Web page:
Lehigh University
The Vault at PfaffsAn Archive of Art and Literature by the Bohemians of Antebellum New York
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Text for Page 058 [07-16-1861]

                George Bolton�s Home
hour miles between it and Paris by 12 �.
There, much as I expected, I didn�t find
George Bolton, the letter I had written from Roch-
ester remaining at the Paris post-office, �till cal-
led for.�    Setting out for a tramp to his house, I
was accosted by an honest fellow bound past it;
who offered to transport me to my destination if
I�d pay the tolls, which I readily accepted, pro-
posing beer into the bargain.    Less than two
miles riding in his buggy brought me to the place,
a neat wooden-built farm-house, with a porch
and green creepers over it, and an �extension� room
on one side, the roof of which sloped to within a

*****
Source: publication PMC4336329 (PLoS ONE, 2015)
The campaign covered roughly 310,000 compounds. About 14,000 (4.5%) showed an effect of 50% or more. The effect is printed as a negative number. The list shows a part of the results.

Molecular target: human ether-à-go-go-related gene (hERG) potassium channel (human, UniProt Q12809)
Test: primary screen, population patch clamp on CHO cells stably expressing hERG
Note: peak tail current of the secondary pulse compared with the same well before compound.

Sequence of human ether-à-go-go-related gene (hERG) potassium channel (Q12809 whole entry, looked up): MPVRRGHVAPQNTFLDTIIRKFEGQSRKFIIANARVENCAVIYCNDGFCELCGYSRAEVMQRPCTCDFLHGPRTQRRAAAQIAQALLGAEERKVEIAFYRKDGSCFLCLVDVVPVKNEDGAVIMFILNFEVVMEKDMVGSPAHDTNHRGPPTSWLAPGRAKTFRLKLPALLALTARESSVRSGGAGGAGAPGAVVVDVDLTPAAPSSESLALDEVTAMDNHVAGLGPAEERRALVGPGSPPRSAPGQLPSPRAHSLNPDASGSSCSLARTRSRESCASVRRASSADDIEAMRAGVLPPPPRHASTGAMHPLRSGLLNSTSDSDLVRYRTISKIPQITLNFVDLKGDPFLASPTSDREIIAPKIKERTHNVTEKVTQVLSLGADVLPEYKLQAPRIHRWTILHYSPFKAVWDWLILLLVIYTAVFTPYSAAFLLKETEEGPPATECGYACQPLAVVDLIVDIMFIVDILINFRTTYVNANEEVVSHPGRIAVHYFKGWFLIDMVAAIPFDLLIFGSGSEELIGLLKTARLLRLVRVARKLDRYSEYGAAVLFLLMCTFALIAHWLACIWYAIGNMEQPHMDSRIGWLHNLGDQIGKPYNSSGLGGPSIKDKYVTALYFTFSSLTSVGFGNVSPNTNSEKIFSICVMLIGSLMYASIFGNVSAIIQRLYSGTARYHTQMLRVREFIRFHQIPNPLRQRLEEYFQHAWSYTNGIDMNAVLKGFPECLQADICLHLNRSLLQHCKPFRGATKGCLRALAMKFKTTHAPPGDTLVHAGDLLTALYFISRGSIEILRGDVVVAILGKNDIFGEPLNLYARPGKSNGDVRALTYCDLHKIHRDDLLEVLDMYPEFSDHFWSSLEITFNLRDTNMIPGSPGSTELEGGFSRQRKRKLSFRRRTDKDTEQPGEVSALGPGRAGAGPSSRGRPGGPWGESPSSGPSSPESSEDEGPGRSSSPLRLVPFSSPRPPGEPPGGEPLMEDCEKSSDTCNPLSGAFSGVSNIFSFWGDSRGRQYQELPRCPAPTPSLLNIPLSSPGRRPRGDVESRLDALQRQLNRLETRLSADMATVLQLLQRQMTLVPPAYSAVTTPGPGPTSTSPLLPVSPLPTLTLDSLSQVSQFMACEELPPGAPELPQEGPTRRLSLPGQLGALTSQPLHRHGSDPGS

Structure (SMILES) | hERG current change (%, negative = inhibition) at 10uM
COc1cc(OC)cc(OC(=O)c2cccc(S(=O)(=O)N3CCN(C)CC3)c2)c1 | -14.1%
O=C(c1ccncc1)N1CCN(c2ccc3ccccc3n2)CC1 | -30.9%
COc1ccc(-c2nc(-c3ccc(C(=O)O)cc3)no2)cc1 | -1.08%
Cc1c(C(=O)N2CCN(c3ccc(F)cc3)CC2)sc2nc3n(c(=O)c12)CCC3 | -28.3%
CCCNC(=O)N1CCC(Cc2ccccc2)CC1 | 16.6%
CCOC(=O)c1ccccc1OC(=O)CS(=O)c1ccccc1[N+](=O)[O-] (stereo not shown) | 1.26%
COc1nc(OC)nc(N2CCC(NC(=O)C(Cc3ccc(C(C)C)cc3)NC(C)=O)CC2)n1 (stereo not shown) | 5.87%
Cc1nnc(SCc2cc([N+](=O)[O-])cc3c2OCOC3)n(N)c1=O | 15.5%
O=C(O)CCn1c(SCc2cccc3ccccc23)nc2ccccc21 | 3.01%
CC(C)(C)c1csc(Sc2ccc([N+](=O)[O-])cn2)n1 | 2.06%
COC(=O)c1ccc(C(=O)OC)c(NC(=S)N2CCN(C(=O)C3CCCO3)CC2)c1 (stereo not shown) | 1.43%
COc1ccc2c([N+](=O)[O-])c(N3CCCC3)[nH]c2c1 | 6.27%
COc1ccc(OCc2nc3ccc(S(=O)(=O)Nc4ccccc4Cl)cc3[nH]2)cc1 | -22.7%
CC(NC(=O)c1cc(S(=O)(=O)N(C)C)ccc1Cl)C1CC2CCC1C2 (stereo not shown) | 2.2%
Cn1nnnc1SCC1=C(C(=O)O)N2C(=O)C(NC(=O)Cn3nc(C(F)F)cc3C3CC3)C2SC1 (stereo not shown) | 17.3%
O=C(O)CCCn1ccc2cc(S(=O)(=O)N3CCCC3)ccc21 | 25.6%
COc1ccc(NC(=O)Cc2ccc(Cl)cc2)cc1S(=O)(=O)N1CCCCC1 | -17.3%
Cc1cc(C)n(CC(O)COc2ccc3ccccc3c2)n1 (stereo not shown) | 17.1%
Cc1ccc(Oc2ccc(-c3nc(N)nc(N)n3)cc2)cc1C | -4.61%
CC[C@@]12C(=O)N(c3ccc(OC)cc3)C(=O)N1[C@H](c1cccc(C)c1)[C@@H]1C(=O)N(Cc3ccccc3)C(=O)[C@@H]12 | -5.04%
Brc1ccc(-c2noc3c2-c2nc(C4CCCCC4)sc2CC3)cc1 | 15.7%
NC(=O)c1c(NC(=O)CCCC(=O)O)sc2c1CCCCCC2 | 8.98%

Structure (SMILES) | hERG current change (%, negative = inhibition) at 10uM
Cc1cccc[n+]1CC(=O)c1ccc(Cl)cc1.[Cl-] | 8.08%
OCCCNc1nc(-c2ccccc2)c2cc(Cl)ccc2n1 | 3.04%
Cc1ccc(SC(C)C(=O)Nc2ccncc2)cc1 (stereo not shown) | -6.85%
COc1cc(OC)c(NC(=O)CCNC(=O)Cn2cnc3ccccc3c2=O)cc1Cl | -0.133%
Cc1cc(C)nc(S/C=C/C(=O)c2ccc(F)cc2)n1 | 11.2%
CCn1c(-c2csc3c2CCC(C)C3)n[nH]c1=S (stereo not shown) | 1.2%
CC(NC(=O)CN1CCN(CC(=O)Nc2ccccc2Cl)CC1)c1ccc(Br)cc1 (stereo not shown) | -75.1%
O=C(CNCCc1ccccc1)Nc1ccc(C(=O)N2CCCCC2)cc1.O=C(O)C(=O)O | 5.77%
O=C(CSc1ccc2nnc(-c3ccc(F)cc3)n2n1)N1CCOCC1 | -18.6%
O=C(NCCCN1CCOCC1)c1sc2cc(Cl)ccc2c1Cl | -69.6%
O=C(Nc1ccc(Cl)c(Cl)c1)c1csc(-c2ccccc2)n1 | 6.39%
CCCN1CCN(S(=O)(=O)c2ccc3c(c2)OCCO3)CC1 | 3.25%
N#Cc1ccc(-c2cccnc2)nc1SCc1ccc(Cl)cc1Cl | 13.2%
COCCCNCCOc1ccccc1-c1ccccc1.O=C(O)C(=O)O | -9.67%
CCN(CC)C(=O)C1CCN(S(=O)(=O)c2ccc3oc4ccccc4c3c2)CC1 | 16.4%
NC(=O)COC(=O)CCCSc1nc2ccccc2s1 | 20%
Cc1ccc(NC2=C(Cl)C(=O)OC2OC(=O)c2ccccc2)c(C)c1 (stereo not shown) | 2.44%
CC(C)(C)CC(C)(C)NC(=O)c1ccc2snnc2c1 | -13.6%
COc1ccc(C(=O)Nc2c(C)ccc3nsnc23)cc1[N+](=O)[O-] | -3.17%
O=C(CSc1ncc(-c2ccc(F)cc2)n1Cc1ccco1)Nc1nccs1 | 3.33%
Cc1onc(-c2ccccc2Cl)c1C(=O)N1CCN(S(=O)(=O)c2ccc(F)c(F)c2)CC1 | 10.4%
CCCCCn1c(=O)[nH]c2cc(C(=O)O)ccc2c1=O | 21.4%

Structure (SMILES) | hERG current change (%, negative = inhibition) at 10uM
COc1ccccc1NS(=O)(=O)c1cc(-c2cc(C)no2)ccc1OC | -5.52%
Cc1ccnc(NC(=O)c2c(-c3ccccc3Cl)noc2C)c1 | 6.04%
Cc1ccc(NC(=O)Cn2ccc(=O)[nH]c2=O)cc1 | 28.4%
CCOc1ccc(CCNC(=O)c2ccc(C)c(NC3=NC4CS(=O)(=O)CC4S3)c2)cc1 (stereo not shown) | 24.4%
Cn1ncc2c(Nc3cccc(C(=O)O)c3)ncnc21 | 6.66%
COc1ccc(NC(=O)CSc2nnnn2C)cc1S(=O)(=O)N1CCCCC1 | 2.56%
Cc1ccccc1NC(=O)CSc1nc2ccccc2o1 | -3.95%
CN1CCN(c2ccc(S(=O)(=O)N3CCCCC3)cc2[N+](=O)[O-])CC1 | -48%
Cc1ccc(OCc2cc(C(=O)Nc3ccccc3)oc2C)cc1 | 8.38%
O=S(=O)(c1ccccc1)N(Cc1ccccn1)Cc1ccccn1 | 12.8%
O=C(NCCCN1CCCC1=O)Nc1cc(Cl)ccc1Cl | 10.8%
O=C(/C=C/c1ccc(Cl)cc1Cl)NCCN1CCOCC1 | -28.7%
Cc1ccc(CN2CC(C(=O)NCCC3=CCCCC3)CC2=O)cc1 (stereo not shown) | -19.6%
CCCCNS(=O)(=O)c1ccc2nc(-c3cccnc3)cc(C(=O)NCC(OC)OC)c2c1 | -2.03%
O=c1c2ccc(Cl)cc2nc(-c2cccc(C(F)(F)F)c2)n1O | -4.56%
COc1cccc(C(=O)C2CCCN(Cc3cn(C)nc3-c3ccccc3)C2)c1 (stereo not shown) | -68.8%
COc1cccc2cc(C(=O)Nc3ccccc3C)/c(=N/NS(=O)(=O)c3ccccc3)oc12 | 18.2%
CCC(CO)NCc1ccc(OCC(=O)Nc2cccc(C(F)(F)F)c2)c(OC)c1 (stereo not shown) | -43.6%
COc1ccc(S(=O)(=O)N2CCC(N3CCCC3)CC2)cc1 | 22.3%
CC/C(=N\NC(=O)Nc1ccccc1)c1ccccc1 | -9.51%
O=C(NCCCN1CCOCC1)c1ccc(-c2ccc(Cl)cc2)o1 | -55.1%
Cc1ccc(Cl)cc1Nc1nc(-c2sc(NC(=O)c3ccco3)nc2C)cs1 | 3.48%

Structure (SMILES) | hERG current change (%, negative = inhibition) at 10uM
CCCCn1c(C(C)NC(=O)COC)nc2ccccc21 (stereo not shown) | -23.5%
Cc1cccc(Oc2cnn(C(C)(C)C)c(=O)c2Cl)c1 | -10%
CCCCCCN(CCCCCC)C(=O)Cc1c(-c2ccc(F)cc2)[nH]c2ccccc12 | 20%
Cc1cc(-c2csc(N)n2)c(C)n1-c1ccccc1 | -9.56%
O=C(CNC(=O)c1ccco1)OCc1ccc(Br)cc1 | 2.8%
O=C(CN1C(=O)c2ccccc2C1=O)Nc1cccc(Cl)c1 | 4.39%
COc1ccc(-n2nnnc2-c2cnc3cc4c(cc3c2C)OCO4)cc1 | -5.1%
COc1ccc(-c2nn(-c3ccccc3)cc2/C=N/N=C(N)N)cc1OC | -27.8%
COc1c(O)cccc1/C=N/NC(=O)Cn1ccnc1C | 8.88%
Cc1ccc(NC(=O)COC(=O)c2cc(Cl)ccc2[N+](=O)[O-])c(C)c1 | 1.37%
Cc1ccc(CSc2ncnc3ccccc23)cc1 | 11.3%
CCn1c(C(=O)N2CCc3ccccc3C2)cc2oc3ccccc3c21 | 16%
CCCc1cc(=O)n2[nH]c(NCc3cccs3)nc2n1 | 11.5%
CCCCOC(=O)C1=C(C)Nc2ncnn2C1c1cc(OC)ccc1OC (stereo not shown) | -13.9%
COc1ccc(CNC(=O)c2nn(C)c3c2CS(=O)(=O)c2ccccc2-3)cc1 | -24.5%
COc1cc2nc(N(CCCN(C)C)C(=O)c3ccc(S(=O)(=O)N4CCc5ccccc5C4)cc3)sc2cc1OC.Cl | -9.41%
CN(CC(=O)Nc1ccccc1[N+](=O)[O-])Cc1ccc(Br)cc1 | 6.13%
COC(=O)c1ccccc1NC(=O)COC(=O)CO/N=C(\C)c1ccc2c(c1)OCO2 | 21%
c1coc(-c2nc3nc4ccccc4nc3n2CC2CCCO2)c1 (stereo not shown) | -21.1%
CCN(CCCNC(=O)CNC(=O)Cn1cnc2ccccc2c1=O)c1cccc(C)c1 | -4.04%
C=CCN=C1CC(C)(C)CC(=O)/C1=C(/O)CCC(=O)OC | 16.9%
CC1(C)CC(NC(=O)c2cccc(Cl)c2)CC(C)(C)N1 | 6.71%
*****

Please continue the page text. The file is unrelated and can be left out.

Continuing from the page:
few feet of the ground.      The house stands hard
by, on the road between Paris and Brantford.
Going to the rear (for the front-door and porch,
after the transatlantic custom, are not at all
matters of use) I found a girl of eighteen or
twenty, who told me that Mr Bolton was afield
but would return soon, as he did.         George
may be broader, browner and perhaps coarser-
looking, but is otherwise unchanged.  In a neat
apartment, darkened to repel the flies, with a
big stove fronting the boarded-up fire-place, he told
me the particulars about his wife and child�s
death.    He asserts that the doctors killed her, by
administering turpentine, which she only consented to               
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